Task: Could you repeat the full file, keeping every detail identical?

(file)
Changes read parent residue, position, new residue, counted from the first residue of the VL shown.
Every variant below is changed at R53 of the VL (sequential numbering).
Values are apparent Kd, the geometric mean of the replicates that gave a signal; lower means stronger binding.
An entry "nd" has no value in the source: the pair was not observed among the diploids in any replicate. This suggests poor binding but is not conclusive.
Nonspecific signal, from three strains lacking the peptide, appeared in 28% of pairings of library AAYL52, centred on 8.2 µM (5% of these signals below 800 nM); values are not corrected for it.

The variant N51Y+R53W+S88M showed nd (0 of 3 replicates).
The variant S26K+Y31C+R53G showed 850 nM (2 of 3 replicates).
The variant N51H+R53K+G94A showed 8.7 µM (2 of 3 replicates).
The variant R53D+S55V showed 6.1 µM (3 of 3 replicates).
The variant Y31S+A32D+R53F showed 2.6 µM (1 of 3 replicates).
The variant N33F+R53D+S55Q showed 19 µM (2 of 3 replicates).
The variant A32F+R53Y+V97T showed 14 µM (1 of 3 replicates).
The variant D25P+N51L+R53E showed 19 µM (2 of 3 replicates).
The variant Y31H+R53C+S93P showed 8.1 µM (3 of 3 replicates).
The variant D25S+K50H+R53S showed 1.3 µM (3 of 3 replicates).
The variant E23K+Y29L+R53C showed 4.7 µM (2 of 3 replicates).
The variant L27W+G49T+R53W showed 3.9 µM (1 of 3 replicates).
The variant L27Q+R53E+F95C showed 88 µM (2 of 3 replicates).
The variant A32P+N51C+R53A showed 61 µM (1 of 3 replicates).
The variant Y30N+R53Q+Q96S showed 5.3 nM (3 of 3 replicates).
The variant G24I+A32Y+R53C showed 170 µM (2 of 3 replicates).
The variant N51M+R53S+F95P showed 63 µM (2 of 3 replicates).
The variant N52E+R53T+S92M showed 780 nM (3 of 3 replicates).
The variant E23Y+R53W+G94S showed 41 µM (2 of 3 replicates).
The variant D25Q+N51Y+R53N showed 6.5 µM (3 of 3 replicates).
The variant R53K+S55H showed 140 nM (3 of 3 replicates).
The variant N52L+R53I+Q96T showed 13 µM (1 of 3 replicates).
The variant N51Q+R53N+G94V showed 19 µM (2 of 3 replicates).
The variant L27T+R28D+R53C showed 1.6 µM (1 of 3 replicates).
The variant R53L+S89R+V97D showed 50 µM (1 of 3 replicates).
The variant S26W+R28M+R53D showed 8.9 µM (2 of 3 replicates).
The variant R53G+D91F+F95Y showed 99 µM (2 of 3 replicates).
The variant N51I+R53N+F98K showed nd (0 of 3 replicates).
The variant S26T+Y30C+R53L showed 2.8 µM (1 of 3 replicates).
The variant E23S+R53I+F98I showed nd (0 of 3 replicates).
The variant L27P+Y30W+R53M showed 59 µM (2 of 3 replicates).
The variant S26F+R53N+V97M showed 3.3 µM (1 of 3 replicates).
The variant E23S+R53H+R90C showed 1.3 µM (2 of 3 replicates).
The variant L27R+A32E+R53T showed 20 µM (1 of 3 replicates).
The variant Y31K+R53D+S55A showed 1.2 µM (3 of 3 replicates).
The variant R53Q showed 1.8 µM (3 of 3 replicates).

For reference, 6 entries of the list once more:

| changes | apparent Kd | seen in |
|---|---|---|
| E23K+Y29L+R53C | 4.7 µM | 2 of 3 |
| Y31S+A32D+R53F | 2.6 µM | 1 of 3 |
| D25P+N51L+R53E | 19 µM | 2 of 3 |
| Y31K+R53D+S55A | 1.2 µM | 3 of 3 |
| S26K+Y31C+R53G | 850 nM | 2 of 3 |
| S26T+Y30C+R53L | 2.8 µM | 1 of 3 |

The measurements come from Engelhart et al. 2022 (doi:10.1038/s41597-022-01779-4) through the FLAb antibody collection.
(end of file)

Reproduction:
Changes read parent residue, position, new residue, counted from the first residue of the VL shown.
Every variant below is changed at R53 of the VL (sequential numbering).
Values are apparent Kd, the geometric mean of the replicates that gave a signal; lower means stronger binding.
An entry "nd" has no value in the source: the pair was not observed among the diploids in any replicate. This suggests poor binding but is not conclusive.
Nonspecific signal, from three strains lacking the peptide, appeared in 28% of pairings of library AAYL52, centred on 8.2 µM (5% of these signals below 800 nM); values are not corrected for it.

The variant N51Y+R53W+S88M showed nd (0 of 3 replicates).
The variant S26K+Y31C+R53G showed 850 nM (2 of 3 replicates).
The variant N51H+R53K+G94A showed 8.7 µM (2 of 3 replicates).
The variant R53D+S55V showed 6.1 µM (3 of 3 replicates).
The variant Y31S+A32D+R53F showed 2.6 µM (1 of 3 replicates).
The variant N33F+R53D+S55Q showed 19 µM (2 of 3 replicates).
The variant A32F+R53Y+V97T showed 14 µM (1 of 3 replicates).
The variant D25P+N51L+R53E showed 19 µM (2 of 3 replicates).
The variant Y31H+R53C+S93P showed 8.1 µM (3 of 3 replicates).
The variant D25S+K50H+R53S showed 1.3 µM (3 of 3 replicates).
The variant E23K+Y29L+R53C showed 4.7 µM (2 of 3 replicates).
The variant L27W+G49T+R53W showed 3.9 µM (1 of 3 replicates).
The variant L27Q+R53E+F95C showed 88 µM (2 of 3 replicates).
The variant A32P+N51C+R53A showed 61 µM (1 of 3 replicates).
The variant Y30N+R53Q+Q96S showed 5.3 nM (3 of 3 replicates).
The variant G24I+A32Y+R53C showed 170 µM (2 of 3 replicates).
The variant N51M+R53S+F95P showed 63 µM (2 of 3 replicates).
The variant N52E+R53T+S92M showed 780 nM (3 of 3 replicates).
The variant E23Y+R53W+G94S showed 41 µM (2 of 3 replicates).
The variant D25Q+N51Y+R53N showed 6.5 µM (3 of 3 replicates).
The variant R53K+S55H showed 140 nM (3 of 3 replicates).
The variant N52L+R53I+Q96T showed 13 µM (1 of 3 replicates).
The variant N51Q+R53N+G94V showed 19 µM (2 of 3 replicates).
The variant L27T+R28D+R53C showed 1.6 µM (1 of 3 replicates).
The variant R53L+S89R+V97D showed 50 µM (1 of 3 replicates).
The variant S26W+R28M+R53D showed 8.9 µM (2 of 3 replicates).
The variant R53G+D91F+F95Y showed 99 µM (2 of 3 replicates).
The variant N51I+R53N+F98K showed nd (0 of 3 replicates).
The variant S26T+Y30C+R53L showed 2.8 µM (1 of 3 replicates).
The variant E23S+R53I+F98I showed nd (0 of 3 replicates).
The variant L27P+Y30W+R53M showed 59 µM (2 of 3 replicates).
The variant S26F+R53N+V97M showed 3.3 µM (1 of 3 replicates).
The variant E23S+R53H+R90C showed 1.3 µM (2 of 3 replicates).
The variant L27R+A32E+R53T showed 20 µM (1 of 3 replicates).
The variant Y31K+R53D+S55A showed 1.2 µM (3 of 3 replicates).
The variant R53Q showed 1.8 µM (3 of 3 replicates).

For reference, 6 entries of the list once more:

| changes | apparent Kd | seen in |
|---|---|---|
| E23K+Y29L+R53C | 4.7 µM | 2 of 3 |
| Y31S+A32D+R53F | 2.6 µM | 1 of 3 |
| D25P+N51L+R53E | 19 µM | 2 of 3 |
| Y31K+R53D+S55A | 1.2 µM | 3 of 3 |
| S26K+Y31C+R53G | 850 nM | 2 of 3 |
| S26T+Y30C+R53L | 2.8 µM | 1 of 3 |

The measurements come from Engelhart et al. 2022 (doi:10.1038/s41597-022-01779-4) through the FLAb antibody collection.